Adds Gary Drenik, CEO of Worthington, Ohio-based data management and analytics firm Prosper Technologies: “It’s all about being able to integrate different data sources, and then analyzing them against the problems you’re faced with. … Small data is about taking relevant data and running analytics on just [data] that you can use to run your business, to launch or tweak campaigns.”
“Good small data goes beyond surveillance,” he says. “People are messy. They’re hard to figure out, so marketers tend to just surveil and make assumptions from there. What small data does is look at individuals to understand people better. The question that marketers really want answered is not, ‘What?’ but, ‘Why?’ and, ‘Can we change them?’ ”
2. Leverage the information that you already have. “The small data world is all about using the data that you have right now around you,” Bonde says. “Use your own data from sales terminals or hits on your website, for example. … It’s all about using metrics and tools that are understandable by people who aren’t necessarily data scientists or statisticians. It’s the stuff that small businesses have done forever.”
Small businesses have smaller customer bases, so they’re more able to tap into their institutional knowledge of individual customers’ needs and preferences, even doing so informally to better serve each customer—like the proprietor of the corner store of yore, or even the savvy cheesemonger at your local Whole Foods. All companies would benefit from leveraging such customer-specific insights, and can do so if they put together a cohesive small data strategy, experts say.
For example, “A lot of my clients really want to understand whether their digital marketing efforts are having an impact,” says Colleen Jones, CEO of Atlanta-based Content Science, a content marketing analytics firm, where she uses small data to help companies make strategic content marketing campaigns. “Compared to Big Data, it’s easier to get small data reported to marketers and content teams in a way that’s easy to understand and act on” because small data is gathered through information-sharing opt-ins from consumers or B-to-B clients, a company’s standard record keeping and social media monitoring.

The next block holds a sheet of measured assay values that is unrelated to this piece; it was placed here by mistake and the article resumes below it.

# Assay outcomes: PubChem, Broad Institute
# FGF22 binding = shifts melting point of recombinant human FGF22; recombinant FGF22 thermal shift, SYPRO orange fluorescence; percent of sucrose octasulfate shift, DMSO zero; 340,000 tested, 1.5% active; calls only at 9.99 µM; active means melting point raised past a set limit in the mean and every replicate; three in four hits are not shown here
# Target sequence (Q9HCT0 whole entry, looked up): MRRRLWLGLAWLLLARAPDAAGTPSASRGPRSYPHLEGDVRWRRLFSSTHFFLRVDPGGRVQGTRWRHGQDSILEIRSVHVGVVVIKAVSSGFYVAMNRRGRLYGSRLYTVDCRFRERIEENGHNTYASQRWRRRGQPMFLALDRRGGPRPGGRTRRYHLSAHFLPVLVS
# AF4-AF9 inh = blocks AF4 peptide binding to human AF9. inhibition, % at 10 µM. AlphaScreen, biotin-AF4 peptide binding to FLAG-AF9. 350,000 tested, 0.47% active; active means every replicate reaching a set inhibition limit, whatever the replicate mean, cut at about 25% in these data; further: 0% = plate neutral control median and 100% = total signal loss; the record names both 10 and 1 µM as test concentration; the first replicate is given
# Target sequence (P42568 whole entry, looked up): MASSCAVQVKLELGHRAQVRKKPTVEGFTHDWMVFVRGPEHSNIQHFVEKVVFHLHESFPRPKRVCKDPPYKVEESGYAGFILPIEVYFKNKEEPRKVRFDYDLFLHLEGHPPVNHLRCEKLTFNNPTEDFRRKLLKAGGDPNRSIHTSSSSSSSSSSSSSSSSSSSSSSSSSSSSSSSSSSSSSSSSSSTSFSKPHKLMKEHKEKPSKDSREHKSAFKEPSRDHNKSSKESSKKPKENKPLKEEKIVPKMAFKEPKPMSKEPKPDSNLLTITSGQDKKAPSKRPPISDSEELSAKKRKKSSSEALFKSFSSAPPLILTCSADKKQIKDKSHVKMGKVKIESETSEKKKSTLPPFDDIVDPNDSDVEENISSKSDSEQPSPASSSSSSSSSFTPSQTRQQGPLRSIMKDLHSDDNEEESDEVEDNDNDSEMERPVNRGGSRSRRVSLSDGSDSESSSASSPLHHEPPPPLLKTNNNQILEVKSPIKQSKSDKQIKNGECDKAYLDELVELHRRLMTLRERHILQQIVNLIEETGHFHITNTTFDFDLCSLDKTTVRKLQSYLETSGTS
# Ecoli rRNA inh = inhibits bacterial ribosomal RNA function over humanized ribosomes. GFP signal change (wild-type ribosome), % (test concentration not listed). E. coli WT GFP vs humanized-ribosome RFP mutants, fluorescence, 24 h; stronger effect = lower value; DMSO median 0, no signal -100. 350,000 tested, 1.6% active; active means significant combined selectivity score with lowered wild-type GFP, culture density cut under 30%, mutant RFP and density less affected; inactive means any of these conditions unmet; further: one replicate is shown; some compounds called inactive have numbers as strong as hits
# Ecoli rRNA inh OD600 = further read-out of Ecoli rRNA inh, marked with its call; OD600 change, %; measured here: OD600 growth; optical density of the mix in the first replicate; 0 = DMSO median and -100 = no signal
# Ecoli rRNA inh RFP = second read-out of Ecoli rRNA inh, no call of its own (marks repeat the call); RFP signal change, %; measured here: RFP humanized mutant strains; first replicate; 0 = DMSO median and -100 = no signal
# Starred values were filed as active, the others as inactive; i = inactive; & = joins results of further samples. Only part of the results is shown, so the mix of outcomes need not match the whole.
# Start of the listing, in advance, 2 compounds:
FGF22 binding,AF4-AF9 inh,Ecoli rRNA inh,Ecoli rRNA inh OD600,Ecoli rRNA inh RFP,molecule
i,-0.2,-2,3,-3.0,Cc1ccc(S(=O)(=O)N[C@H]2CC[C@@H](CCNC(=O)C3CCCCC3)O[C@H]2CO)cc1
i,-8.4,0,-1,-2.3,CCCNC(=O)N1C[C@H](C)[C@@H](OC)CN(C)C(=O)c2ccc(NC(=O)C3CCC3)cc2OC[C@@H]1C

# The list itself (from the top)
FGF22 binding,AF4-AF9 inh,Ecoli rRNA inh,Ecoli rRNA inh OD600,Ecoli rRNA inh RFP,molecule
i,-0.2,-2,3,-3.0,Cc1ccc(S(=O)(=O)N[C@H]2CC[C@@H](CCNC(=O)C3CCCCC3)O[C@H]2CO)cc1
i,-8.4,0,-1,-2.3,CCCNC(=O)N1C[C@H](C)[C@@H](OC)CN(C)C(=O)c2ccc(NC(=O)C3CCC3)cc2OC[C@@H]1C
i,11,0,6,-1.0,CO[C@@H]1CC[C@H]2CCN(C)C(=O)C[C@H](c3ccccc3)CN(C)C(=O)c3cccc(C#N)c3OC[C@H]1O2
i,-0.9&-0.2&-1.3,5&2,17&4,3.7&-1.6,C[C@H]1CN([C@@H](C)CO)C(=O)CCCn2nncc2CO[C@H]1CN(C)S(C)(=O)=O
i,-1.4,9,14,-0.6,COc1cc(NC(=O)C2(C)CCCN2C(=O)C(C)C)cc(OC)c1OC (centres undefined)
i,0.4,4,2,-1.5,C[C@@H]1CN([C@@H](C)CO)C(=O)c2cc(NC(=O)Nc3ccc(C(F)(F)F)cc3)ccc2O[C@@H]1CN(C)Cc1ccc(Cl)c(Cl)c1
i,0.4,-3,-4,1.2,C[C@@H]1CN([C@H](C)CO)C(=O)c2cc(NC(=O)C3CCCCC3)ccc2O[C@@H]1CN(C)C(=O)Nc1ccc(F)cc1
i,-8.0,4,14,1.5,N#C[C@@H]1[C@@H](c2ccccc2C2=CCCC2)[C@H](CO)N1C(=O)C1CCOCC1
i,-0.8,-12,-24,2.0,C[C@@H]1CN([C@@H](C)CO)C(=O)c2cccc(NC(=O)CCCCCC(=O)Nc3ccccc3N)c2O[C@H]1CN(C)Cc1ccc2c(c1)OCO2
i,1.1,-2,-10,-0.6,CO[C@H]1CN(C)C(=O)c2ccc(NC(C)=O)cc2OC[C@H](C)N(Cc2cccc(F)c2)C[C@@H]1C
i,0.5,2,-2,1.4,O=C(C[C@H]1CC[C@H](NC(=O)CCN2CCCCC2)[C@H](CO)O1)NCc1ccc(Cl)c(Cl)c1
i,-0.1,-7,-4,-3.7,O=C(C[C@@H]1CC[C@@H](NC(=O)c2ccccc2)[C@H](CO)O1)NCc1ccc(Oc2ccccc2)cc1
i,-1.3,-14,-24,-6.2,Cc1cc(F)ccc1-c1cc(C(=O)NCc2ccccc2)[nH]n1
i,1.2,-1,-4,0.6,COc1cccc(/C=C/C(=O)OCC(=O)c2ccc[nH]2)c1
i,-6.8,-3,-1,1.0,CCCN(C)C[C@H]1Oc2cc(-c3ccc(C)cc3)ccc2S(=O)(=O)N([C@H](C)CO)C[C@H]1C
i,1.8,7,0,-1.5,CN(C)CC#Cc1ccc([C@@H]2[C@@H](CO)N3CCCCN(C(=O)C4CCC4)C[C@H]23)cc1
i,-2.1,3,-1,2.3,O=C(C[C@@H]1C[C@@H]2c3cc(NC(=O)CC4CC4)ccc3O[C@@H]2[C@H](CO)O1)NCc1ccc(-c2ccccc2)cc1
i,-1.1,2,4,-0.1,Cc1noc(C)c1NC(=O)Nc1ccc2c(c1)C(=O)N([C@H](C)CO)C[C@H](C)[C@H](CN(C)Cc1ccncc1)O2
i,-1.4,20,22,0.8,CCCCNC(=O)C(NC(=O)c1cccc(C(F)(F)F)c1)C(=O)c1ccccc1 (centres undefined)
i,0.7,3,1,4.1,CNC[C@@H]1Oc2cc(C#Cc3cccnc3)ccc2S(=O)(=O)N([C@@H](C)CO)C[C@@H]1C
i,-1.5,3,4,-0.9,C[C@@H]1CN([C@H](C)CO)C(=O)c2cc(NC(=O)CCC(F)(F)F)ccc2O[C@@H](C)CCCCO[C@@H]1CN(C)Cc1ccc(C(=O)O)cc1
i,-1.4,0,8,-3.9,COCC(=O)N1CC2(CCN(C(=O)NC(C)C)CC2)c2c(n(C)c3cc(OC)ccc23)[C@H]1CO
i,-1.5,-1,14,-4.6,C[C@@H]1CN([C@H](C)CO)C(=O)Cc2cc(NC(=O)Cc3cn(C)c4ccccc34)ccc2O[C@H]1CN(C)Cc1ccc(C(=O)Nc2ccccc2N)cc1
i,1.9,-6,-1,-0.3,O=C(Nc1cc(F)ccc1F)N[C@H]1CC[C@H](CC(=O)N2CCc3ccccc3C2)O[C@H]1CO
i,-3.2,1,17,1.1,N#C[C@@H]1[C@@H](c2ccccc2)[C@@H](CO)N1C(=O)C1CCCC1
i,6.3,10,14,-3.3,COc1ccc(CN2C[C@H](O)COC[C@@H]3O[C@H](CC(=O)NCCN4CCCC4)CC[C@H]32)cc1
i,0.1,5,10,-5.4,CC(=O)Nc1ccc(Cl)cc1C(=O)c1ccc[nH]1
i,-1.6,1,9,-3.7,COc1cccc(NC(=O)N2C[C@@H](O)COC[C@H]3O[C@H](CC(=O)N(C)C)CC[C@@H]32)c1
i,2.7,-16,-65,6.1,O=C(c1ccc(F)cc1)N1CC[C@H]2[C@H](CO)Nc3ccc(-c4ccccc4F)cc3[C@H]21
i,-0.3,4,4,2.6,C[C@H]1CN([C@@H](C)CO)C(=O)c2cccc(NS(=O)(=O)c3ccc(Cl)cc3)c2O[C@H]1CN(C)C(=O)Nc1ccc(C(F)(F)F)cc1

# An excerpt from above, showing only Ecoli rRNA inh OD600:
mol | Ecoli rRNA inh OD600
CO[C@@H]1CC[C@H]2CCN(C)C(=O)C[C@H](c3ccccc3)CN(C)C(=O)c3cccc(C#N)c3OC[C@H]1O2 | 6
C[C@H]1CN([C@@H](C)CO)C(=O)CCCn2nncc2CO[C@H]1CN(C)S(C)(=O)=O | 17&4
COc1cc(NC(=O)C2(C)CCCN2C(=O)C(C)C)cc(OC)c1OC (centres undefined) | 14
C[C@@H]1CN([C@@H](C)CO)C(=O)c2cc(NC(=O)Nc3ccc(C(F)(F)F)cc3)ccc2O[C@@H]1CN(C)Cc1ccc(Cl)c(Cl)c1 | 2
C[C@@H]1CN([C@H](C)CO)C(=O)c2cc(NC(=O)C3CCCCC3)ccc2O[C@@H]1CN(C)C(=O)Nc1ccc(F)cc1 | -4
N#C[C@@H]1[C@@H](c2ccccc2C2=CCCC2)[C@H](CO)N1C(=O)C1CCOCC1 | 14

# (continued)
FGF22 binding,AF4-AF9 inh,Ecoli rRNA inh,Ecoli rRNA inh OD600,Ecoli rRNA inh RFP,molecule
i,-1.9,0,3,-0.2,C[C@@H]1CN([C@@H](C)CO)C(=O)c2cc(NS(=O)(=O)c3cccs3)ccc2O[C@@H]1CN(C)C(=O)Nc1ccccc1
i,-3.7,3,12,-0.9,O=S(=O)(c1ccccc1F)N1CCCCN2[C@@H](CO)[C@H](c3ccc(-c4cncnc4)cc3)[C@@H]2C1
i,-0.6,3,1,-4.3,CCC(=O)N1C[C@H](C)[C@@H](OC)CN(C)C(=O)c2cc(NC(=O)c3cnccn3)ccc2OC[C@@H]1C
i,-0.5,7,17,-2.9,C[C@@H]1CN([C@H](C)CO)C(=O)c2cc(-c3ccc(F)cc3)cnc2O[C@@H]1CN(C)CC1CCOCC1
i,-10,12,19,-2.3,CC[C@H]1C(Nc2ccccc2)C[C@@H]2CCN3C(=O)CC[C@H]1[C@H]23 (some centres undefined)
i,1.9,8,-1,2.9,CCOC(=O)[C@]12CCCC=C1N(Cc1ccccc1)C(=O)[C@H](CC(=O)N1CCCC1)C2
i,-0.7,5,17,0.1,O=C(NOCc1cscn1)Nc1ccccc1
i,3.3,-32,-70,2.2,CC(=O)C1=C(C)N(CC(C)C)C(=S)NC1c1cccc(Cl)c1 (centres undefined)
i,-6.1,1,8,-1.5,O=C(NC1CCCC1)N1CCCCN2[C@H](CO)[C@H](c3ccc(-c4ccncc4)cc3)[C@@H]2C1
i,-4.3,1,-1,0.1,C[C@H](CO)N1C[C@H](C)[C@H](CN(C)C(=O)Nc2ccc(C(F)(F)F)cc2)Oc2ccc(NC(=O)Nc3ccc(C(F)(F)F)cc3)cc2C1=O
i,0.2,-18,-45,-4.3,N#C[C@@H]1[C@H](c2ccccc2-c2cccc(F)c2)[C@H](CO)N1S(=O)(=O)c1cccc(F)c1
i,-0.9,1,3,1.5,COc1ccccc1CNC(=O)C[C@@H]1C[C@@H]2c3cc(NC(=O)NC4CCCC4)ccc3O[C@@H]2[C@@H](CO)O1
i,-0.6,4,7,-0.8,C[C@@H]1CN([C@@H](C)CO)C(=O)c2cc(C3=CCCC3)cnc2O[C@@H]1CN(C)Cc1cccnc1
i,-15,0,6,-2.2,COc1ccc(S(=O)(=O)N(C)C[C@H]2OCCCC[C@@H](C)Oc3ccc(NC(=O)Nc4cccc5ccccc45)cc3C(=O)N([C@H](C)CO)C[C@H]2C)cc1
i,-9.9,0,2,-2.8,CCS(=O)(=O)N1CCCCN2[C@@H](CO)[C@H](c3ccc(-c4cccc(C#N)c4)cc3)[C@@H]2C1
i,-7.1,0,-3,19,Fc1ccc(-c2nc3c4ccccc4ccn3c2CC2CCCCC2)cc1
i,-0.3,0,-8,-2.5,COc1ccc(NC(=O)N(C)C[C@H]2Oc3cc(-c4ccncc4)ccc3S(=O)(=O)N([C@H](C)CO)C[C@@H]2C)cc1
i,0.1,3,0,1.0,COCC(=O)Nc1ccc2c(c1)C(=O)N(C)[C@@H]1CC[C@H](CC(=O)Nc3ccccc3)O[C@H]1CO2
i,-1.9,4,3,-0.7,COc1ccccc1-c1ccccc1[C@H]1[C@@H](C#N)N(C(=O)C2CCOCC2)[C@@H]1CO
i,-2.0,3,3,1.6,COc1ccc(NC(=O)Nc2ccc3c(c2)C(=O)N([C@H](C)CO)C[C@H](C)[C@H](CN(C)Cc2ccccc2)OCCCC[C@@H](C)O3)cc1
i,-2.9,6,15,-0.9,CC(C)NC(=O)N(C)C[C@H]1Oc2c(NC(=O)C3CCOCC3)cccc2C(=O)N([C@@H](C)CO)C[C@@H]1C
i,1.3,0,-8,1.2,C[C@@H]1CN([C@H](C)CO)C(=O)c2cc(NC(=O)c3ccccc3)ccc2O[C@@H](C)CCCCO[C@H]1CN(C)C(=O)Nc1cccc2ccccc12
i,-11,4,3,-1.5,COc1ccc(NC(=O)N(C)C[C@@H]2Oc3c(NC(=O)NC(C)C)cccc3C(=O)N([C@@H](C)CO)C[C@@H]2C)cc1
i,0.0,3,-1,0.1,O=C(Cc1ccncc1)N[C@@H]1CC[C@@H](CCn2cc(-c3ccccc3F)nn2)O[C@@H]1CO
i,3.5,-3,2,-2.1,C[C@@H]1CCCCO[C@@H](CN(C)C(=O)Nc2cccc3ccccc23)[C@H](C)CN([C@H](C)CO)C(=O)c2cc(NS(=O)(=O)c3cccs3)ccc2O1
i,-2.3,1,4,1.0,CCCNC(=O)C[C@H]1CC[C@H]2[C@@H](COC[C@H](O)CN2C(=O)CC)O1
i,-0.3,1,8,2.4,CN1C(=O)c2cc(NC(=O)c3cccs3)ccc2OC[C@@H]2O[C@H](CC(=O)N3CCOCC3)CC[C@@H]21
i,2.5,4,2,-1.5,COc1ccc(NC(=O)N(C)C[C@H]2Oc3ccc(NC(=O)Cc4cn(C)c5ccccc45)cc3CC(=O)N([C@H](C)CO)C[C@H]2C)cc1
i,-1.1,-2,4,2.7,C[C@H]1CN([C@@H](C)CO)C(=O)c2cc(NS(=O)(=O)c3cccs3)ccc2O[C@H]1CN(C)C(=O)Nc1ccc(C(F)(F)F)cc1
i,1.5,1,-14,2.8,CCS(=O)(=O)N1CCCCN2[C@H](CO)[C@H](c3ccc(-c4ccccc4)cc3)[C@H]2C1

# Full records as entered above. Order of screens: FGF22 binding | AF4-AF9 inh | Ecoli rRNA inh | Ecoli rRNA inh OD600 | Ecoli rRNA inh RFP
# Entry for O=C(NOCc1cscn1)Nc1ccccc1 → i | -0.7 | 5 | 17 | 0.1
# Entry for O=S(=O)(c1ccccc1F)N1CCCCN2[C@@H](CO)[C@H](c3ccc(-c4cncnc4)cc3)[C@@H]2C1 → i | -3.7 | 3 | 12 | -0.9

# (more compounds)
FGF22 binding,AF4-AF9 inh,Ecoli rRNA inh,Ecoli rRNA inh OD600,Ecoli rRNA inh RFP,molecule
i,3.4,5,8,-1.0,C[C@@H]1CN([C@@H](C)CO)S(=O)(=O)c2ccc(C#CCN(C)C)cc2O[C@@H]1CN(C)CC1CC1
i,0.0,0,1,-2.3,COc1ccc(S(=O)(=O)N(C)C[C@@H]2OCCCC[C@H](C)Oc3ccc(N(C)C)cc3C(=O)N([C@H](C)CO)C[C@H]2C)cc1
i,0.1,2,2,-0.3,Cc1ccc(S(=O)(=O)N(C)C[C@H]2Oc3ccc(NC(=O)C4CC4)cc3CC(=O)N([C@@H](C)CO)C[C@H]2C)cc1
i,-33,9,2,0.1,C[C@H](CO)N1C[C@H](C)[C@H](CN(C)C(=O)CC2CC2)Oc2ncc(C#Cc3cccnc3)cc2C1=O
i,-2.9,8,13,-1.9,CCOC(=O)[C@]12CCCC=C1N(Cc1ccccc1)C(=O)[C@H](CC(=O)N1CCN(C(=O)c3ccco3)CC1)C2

3. Start small before you tackle the big stuff. The accessibility and ease of use of small data are great news for marketers who don’t yet know how to navigate Big Data, Bonde says. “Banks, the government and large corporations will continue to invest in Big Data, but a lot of people will realize the value in the data they already have, and visualize it and make it actionable. Embedding it will deliver value much faster than if they had started a Big Data initiative and had to wait years for anything interesting, let alone actionable,” he says. “If you haven’t invested in Big Data and you feel like you’re behind, that’s great because you can get value and useful insight by focusing on all of the small data you already have.”
This article was originally published in the June 2015 issue of Marketing News.